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Physical Education - P.E


Physical education (PE) is a programme of activities that aims to provide children and young people with learning experiences that enable them to develop the knowledge, motivation and ability to lead a physically active life.

Our vision for P.E.

Our school aims to inspire all children to develop a love of physical activity and sport. Through good physical education, whole school values and a whole child approach, we aim to nurture confident, resilient children who will strive for their personal best. We listen to our children wants and needs and provide them with a range of active experiences and clubs. We want to aid our children in obtaining the values and skills to celebrate and respect the success of others, as well as modestly celebrating their own successes. We aim to ensure that our delivery of physical education allows all children to have the skills and mind-set to leave primary school with the capabilities to be successful in their sporting challenges and active lifestyles at secondary school and beyond. We strive to educate both our children and families to develop a greater understanding on how to live healthy lifestyles and make healthy choices. We are dedicated to ensuring healthy minds, as well as bodies, and will continue to support our children's well-being.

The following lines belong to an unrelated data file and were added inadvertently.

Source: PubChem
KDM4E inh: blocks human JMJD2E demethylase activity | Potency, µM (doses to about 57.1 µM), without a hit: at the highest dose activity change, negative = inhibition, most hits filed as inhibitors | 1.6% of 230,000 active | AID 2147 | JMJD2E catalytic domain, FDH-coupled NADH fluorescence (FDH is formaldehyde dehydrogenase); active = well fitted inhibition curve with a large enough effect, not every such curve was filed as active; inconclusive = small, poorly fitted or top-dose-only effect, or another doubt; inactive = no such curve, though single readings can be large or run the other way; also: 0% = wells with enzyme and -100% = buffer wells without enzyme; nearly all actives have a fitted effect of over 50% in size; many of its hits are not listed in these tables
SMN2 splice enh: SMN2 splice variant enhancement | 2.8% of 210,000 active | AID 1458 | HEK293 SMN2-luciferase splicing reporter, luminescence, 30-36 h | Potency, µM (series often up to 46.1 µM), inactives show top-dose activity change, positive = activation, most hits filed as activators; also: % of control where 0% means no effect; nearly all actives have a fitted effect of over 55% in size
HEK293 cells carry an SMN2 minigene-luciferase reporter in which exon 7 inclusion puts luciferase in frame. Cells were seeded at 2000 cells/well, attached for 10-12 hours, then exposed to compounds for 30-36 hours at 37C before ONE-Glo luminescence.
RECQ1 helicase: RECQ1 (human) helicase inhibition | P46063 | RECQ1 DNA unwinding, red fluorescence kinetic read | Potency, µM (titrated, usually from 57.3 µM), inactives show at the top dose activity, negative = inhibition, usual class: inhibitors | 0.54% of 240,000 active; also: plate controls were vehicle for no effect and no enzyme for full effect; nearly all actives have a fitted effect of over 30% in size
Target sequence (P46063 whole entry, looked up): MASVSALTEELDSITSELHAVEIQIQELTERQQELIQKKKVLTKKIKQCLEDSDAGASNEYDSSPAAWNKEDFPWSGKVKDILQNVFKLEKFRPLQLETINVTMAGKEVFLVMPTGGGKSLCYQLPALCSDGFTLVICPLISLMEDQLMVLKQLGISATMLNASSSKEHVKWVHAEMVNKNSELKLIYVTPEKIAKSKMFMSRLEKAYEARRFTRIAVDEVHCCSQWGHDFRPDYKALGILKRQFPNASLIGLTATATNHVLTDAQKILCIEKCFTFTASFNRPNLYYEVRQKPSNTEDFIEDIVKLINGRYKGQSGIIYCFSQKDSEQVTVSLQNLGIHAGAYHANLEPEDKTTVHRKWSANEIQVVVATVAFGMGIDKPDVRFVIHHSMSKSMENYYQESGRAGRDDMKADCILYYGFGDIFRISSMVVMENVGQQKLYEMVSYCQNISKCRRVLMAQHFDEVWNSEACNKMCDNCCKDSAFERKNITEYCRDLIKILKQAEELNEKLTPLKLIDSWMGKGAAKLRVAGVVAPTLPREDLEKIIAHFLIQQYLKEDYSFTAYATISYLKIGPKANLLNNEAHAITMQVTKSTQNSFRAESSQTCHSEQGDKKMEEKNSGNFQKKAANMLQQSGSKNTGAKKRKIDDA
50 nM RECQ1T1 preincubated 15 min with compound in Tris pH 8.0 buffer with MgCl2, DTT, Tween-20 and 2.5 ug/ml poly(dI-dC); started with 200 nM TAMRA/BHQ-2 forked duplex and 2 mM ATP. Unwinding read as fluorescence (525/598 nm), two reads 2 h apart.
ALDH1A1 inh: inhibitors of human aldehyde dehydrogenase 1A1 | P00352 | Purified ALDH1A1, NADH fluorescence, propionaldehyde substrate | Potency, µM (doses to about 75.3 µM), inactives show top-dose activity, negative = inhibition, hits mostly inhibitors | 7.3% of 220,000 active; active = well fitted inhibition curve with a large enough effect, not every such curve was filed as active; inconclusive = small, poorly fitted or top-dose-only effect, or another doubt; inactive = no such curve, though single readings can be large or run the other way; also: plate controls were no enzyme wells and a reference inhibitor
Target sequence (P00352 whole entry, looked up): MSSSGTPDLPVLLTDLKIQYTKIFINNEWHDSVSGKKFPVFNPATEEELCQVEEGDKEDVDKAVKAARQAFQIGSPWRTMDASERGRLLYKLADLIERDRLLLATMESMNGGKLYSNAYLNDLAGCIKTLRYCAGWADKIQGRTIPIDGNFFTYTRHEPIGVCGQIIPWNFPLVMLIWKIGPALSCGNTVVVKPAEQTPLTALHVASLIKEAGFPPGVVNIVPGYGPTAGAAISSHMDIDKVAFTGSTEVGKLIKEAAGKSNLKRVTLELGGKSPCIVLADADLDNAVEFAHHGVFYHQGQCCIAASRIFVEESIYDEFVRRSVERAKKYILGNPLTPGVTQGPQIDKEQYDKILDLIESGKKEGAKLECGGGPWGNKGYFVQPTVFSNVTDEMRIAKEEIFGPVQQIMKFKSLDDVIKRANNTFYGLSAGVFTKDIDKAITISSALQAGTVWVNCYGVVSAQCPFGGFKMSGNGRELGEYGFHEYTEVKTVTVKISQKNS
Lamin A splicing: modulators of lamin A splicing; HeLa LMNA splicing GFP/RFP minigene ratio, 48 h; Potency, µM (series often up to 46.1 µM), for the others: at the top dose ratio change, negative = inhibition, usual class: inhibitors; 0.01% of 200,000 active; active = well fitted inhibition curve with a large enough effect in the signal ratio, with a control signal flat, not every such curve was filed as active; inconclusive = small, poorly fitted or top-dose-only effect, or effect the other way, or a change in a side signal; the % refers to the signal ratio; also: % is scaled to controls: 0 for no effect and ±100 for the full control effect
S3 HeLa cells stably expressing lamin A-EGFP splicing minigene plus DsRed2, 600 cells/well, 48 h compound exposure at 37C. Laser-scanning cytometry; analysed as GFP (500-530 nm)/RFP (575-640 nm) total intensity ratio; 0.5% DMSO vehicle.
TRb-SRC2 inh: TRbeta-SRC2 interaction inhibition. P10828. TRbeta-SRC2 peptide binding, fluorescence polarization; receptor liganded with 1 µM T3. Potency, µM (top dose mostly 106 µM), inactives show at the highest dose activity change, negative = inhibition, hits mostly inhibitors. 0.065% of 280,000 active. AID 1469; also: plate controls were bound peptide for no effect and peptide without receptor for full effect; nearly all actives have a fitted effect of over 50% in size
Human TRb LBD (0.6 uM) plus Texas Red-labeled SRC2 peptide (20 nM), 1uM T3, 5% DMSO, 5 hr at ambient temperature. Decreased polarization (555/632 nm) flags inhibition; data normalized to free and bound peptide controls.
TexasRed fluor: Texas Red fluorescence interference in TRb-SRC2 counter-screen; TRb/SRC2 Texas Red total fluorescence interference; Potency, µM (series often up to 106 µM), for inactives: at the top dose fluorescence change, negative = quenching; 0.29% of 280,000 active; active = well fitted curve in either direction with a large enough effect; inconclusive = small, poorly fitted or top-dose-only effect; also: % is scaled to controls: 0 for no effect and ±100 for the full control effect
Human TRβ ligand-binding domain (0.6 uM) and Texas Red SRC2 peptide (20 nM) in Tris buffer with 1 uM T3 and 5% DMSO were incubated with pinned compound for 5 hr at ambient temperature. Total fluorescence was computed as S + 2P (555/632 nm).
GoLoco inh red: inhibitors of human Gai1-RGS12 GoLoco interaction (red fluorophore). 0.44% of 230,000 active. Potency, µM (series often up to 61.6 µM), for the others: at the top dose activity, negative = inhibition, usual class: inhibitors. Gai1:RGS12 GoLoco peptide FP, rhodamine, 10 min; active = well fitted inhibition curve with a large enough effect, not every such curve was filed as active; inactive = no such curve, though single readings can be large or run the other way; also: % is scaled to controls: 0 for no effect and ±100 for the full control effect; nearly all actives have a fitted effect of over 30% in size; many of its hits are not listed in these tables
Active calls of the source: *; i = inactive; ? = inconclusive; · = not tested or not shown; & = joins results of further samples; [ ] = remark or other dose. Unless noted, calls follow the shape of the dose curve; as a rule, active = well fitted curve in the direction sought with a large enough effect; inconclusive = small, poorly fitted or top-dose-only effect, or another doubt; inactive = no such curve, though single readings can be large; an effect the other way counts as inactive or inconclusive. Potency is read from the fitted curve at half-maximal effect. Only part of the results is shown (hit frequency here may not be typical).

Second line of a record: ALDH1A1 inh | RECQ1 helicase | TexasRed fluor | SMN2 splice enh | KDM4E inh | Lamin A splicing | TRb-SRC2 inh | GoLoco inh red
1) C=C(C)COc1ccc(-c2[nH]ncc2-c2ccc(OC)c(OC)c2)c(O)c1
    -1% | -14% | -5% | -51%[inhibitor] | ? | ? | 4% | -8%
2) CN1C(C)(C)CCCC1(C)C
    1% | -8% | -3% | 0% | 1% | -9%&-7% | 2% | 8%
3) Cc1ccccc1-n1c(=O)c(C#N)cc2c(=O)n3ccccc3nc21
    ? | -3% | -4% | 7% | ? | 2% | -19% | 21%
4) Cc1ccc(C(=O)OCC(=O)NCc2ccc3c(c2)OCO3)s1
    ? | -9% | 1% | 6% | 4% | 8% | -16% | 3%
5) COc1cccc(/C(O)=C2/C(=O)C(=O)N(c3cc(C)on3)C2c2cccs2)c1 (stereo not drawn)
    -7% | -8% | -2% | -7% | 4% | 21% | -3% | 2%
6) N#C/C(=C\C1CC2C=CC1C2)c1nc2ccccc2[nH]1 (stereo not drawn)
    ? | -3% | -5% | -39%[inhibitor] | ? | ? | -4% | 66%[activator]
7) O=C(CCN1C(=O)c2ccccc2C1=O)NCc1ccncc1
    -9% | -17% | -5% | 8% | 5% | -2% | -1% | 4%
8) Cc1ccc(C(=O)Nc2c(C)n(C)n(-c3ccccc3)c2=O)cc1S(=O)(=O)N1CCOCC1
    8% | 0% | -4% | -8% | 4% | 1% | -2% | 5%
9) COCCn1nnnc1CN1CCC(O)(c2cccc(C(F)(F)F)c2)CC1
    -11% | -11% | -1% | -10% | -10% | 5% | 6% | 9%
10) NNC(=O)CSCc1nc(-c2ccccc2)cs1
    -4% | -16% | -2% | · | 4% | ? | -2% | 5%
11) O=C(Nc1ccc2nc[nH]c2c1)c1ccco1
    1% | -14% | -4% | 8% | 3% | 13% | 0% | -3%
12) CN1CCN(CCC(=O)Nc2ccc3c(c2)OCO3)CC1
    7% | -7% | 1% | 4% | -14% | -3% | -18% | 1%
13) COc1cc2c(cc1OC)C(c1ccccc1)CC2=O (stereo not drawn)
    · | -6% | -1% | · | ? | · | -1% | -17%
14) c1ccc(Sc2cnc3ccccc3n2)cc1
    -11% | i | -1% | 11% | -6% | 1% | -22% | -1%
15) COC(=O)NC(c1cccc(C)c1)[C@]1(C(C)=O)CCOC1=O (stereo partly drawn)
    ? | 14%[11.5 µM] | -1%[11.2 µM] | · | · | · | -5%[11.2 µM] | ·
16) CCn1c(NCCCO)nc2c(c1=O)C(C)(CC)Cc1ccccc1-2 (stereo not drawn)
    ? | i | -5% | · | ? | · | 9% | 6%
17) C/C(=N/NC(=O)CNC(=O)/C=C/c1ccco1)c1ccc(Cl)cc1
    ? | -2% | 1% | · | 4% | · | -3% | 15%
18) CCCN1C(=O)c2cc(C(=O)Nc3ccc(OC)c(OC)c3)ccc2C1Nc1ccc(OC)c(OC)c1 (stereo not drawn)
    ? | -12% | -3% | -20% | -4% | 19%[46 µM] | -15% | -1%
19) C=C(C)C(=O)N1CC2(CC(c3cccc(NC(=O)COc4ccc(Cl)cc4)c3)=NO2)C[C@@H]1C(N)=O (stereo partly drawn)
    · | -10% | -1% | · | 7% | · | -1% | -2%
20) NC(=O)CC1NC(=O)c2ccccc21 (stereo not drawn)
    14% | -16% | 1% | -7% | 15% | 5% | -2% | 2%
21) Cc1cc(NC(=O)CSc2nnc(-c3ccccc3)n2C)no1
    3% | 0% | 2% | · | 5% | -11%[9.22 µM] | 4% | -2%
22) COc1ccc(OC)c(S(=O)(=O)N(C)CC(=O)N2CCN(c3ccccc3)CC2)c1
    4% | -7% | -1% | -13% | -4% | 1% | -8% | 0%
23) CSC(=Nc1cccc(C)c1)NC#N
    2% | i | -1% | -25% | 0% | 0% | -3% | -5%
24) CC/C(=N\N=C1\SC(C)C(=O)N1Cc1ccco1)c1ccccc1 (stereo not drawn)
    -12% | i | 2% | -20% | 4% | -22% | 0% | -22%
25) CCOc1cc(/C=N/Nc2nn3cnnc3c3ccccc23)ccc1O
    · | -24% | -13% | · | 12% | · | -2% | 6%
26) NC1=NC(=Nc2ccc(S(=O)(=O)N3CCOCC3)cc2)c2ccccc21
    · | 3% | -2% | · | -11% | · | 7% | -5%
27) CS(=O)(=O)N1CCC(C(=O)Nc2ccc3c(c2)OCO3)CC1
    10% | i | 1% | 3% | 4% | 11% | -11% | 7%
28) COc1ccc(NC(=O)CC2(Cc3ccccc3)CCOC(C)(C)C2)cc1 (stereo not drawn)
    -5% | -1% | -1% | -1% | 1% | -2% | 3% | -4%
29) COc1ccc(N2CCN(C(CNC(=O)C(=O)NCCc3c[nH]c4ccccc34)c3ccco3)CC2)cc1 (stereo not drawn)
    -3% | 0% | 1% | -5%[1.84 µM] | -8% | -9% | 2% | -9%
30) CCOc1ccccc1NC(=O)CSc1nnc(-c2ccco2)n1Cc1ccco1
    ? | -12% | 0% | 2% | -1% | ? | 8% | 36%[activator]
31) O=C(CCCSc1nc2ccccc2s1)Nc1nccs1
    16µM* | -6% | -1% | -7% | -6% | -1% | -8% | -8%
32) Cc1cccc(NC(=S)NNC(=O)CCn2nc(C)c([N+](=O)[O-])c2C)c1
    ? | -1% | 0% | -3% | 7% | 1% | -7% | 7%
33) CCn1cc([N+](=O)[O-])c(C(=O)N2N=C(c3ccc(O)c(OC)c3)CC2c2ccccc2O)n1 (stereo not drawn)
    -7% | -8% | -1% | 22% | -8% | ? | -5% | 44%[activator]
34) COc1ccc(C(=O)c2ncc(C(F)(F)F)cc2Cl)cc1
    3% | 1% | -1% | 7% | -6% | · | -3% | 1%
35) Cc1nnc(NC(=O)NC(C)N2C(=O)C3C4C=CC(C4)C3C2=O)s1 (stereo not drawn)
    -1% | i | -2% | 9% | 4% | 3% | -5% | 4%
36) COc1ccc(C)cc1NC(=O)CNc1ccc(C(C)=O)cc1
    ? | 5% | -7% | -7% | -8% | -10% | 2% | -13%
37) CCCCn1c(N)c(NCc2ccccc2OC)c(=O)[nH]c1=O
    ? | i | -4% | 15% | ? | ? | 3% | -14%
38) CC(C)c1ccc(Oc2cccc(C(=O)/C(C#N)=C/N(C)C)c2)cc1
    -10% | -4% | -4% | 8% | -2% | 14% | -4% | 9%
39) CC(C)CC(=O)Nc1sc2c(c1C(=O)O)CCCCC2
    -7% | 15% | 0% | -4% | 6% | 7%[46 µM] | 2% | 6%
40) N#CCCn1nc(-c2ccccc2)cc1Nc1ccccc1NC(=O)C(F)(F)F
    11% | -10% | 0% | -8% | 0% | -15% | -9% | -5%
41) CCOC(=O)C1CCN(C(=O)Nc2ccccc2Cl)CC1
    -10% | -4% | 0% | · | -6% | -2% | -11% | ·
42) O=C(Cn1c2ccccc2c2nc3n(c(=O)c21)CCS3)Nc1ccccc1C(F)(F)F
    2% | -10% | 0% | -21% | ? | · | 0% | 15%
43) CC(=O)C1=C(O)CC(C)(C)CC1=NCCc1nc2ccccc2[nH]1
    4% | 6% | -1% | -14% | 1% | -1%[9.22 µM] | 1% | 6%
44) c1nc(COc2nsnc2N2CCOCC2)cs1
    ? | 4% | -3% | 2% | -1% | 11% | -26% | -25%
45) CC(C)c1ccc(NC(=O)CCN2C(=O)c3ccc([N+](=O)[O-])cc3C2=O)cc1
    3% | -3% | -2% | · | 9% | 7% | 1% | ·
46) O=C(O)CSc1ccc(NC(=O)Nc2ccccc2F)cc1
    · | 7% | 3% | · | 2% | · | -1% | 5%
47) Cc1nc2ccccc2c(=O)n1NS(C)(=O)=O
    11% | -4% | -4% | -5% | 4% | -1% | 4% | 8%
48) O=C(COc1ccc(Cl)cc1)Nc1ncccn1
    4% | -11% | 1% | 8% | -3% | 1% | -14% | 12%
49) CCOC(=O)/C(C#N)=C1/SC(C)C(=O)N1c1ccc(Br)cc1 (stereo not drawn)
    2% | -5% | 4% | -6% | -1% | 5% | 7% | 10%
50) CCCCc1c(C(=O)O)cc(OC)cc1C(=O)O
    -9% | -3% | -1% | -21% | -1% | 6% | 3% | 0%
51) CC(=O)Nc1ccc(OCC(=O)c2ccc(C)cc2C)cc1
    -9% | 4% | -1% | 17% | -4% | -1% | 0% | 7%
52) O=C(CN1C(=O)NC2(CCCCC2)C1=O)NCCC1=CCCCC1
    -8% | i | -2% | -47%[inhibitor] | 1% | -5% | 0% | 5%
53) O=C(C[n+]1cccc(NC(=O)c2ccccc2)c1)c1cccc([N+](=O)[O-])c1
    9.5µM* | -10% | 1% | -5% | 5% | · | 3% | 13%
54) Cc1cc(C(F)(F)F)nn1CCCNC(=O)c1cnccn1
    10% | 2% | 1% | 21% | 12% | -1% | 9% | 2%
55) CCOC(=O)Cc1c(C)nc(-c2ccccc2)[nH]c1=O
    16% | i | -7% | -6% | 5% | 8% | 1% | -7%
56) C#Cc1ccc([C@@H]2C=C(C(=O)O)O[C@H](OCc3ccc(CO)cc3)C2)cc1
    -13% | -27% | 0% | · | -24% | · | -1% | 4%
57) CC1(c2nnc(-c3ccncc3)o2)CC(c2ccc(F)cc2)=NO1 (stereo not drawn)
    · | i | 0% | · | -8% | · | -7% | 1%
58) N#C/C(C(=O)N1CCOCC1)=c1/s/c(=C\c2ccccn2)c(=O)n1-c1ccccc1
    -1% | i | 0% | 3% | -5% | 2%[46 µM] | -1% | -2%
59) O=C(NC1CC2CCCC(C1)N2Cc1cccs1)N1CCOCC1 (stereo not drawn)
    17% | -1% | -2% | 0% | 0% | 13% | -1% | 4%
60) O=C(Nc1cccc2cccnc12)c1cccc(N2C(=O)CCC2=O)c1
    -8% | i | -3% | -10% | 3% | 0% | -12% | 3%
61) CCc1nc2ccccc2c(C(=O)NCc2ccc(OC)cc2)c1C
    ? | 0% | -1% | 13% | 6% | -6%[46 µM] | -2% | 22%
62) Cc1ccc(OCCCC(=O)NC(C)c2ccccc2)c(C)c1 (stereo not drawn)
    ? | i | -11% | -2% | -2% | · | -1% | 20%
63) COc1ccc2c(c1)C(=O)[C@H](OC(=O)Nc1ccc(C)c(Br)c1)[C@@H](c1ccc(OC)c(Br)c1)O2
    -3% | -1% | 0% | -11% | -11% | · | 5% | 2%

At Northborough Primary School, we recognise the importance of physical education (PE) to promote a positive attitude towards an active and healthy lifestyle. We aim to provide a broad and balanced curriculum, giving all children the opportunity to develop their physical competence and confidence. The intent of our PE curriculum is to provide every pupil with high quality PE and sport provision.

Carers and role models: